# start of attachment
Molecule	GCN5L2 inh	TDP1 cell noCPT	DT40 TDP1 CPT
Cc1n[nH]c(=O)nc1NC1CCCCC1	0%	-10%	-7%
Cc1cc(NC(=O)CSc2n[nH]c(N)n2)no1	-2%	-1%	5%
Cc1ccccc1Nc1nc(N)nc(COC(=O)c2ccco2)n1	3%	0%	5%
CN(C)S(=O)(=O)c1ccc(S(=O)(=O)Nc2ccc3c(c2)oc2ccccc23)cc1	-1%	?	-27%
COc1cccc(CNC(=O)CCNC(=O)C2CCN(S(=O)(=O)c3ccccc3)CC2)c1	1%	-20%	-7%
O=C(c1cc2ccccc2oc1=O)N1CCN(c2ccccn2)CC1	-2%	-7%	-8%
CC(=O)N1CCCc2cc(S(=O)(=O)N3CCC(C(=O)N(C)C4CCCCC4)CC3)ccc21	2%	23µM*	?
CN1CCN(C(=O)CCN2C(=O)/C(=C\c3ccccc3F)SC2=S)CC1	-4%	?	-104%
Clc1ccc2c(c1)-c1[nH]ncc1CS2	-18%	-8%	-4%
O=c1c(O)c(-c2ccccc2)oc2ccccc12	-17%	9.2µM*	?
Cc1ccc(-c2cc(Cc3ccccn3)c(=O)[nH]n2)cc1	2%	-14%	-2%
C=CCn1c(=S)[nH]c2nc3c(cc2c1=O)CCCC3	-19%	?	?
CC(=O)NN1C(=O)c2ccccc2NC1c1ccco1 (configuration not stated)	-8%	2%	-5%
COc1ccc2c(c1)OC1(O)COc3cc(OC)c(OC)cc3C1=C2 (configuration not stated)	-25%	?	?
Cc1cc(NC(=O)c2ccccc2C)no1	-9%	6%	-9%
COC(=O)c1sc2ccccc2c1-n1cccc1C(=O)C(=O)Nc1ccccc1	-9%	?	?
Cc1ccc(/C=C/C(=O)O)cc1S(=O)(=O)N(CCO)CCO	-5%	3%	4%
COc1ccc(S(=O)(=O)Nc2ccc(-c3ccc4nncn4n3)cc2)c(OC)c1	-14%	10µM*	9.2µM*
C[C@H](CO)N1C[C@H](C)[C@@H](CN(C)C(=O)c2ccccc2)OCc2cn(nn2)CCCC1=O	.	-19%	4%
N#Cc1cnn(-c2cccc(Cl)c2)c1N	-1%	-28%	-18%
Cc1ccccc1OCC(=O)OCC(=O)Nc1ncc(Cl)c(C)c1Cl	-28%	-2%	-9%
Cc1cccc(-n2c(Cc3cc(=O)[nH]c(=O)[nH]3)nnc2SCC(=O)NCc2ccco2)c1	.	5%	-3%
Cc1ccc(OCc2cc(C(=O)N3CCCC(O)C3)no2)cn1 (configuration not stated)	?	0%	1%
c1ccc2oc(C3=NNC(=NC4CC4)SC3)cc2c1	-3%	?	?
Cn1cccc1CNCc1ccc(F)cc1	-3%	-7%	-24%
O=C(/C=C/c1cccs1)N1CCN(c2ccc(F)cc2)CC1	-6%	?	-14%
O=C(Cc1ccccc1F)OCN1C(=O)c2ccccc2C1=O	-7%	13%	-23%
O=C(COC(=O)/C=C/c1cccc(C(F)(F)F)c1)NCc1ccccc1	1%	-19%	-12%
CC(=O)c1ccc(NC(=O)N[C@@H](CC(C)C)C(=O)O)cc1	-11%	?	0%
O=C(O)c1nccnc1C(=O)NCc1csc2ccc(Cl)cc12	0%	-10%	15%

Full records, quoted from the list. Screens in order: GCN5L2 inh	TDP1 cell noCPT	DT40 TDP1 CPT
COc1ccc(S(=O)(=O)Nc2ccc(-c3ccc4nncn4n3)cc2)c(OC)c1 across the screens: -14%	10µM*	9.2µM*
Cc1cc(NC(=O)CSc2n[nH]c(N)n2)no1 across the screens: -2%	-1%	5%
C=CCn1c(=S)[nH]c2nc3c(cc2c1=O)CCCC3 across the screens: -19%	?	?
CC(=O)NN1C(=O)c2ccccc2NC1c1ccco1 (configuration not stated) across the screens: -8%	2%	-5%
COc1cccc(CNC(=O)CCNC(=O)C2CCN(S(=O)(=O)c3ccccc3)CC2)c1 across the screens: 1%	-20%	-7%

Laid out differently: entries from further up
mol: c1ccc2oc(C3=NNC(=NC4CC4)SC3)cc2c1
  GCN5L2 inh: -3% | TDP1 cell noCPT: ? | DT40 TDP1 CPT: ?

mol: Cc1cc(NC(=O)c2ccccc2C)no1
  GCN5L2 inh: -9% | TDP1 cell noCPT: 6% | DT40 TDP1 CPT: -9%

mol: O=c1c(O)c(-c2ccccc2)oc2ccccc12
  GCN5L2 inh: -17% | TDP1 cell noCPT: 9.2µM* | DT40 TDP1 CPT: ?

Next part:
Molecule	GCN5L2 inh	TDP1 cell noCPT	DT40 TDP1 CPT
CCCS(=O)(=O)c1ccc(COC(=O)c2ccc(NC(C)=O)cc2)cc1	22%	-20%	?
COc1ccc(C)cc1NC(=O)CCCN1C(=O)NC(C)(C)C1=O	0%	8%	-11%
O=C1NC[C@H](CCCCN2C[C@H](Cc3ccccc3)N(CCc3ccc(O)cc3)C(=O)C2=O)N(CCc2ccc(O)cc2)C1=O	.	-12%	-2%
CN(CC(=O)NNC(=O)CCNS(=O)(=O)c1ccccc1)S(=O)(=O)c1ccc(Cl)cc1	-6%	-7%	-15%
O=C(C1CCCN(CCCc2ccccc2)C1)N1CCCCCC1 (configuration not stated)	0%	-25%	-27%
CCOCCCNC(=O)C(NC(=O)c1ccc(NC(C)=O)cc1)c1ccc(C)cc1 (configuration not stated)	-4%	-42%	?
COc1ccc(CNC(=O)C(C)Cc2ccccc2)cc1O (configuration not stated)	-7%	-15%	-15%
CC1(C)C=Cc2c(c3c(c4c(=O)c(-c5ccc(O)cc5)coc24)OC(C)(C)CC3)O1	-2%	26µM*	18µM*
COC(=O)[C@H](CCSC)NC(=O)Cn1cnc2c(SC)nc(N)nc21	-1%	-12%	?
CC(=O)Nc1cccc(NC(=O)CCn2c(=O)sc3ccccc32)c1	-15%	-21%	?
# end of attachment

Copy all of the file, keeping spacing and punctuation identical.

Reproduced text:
Molecule	GCN5L2 inh	TDP1 cell noCPT	DT40 TDP1 CPT
Cc1n[nH]c(=O)nc1NC1CCCCC1	0%	-10%	-7%
Cc1cc(NC(=O)CSc2n[nH]c(N)n2)no1	-2%	-1%	5%
Cc1ccccc1Nc1nc(N)nc(COC(=O)c2ccco2)n1	3%	0%	5%
CN(C)S(=O)(=O)c1ccc(S(=O)(=O)Nc2ccc3c(c2)oc2ccccc23)cc1	-1%	?	-27%
COc1cccc(CNC(=O)CCNC(=O)C2CCN(S(=O)(=O)c3ccccc3)CC2)c1	1%	-20%	-7%
O=C(c1cc2ccccc2oc1=O)N1CCN(c2ccccn2)CC1	-2%	-7%	-8%
CC(=O)N1CCCc2cc(S(=O)(=O)N3CCC(C(=O)N(C)C4CCCCC4)CC3)ccc21	2%	23µM*	?
CN1CCN(C(=O)CCN2C(=O)/C(=C\c3ccccc3F)SC2=S)CC1	-4%	?	-104%
Clc1ccc2c(c1)-c1[nH]ncc1CS2	-18%	-8%	-4%
O=c1c(O)c(-c2ccccc2)oc2ccccc12	-17%	9.2µM*	?
Cc1ccc(-c2cc(Cc3ccccn3)c(=O)[nH]n2)cc1	2%	-14%	-2%
C=CCn1c(=S)[nH]c2nc3c(cc2c1=O)CCCC3	-19%	?	?
CC(=O)NN1C(=O)c2ccccc2NC1c1ccco1 (configuration not stated)	-8%	2%	-5%
COc1ccc2c(c1)OC1(O)COc3cc(OC)c(OC)cc3C1=C2 (configuration not stated)	-25%	?	?
Cc1cc(NC(=O)c2ccccc2C)no1	-9%	6%	-9%
COC(=O)c1sc2ccccc2c1-n1cccc1C(=O)C(=O)Nc1ccccc1	-9%	?	?
Cc1ccc(/C=C/C(=O)O)cc1S(=O)(=O)N(CCO)CCO	-5%	3%	4%
COc1ccc(S(=O)(=O)Nc2ccc(-c3ccc4nncn4n3)cc2)c(OC)c1	-14%	10µM*	9.2µM*
C[C@H](CO)N1C[C@H](C)[C@@H](CN(C)C(=O)c2ccccc2)OCc2cn(nn2)CCCC1=O	.	-19%	4%
N#Cc1cnn(-c2cccc(Cl)c2)c1N	-1%	-28%	-18%
Cc1ccccc1OCC(=O)OCC(=O)Nc1ncc(Cl)c(C)c1Cl	-28%	-2%	-9%
Cc1cccc(-n2c(Cc3cc(=O)[nH]c(=O)[nH]3)nnc2SCC(=O)NCc2ccco2)c1	.	5%	-3%
Cc1ccc(OCc2cc(C(=O)N3CCCC(O)C3)no2)cn1 (configuration not stated)	?	0%	1%
c1ccc2oc(C3=NNC(=NC4CC4)SC3)cc2c1	-3%	?	?
Cn1cccc1CNCc1ccc(F)cc1	-3%	-7%	-24%
O=C(/C=C/c1cccs1)N1CCN(c2ccc(F)cc2)CC1	-6%	?	-14%
O=C(Cc1ccccc1F)OCN1C(=O)c2ccccc2C1=O	-7%	13%	-23%
O=C(COC(=O)/C=C/c1cccc(C(F)(F)F)c1)NCc1ccccc1	1%	-19%	-12%
CC(=O)c1ccc(NC(=O)N[C@@H](CC(C)C)C(=O)O)cc1	-11%	?	0%
O=C(O)c1nccnc1C(=O)NCc1csc2ccc(Cl)cc12	0%	-10%	15%

Full records, quoted from the list. Screens in order: GCN5L2 inh	TDP1 cell noCPT	DT40 TDP1 CPT
COc1ccc(S(=O)(=O)Nc2ccc(-c3ccc4nncn4n3)cc2)c(OC)c1 across the screens: -14%	10µM*	9.2µM*
Cc1cc(NC(=O)CSc2n[nH]c(N)n2)no1 across the screens: -2%	-1%	5%
C=CCn1c(=S)[nH]c2nc3c(cc2c1=O)CCCC3 across the screens: -19%	?	?
CC(=O)NN1C(=O)c2ccccc2NC1c1ccco1 (configuration not stated) across the screens: -8%	2%	-5%
COc1cccc(CNC(=O)CCNC(=O)C2CCN(S(=O)(=O)c3ccccc3)CC2)c1 across the screens: 1%	-20%	-7%

Laid out differently: entries from further up
mol: c1ccc2oc(C3=NNC(=NC4CC4)SC3)cc2c1
  GCN5L2 inh: -3% | TDP1 cell noCPT: ? | DT40 TDP1 CPT: ?

mol: Cc1cc(NC(=O)c2ccccc2C)no1
  GCN5L2 inh: -9% | TDP1 cell noCPT: 6% | DT40 TDP1 CPT: -9%

mol: O=c1c(O)c(-c2ccccc2)oc2ccccc12
  GCN5L2 inh: -17% | TDP1 cell noCPT: 9.2µM* | DT40 TDP1 CPT: ?

Next part:
Molecule	GCN5L2 inh	TDP1 cell noCPT	DT40 TDP1 CPT
CCCS(=O)(=O)c1ccc(COC(=O)c2ccc(NC(C)=O)cc2)cc1	22%	-20%	?
COc1ccc(C)cc1NC(=O)CCCN1C(=O)NC(C)(C)C1=O	0%	8%	-11%
O=C1NC[C@H](CCCCN2C[C@H](Cc3ccccc3)N(CCc3ccc(O)cc3)C(=O)C2=O)N(CCc2ccc(O)cc2)C1=O	.	-12%	-2%
CN(CC(=O)NNC(=O)CCNS(=O)(=O)c1ccccc1)S(=O)(=O)c1ccc(Cl)cc1	-6%	-7%	-15%
O=C(C1CCCN(CCCc2ccccc2)C1)N1CCCCCC1 (configuration not stated)	0%	-25%	-27%
CCOCCCNC(=O)C(NC(=O)c1ccc(NC(C)=O)cc1)c1ccc(C)cc1 (configuration not stated)	-4%	-42%	?
COc1ccc(CNC(=O)C(C)Cc2ccccc2)cc1O (configuration not stated)	-7%	-15%	-15%
CC1(C)C=Cc2c(c3c(c4c(=O)c(-c5ccc(O)cc5)coc24)OC(C)(C)CC3)O1	-2%	26µM*	18µM*
COC(=O)[C@H](CCSC)NC(=O)Cn1cnc2c(SC)nc(N)nc21	-1%	-12%	?
CC(=O)Nc1cccc(NC(=O)CCn2c(=O)sc3ccccc32)c1	-15%	-21%	?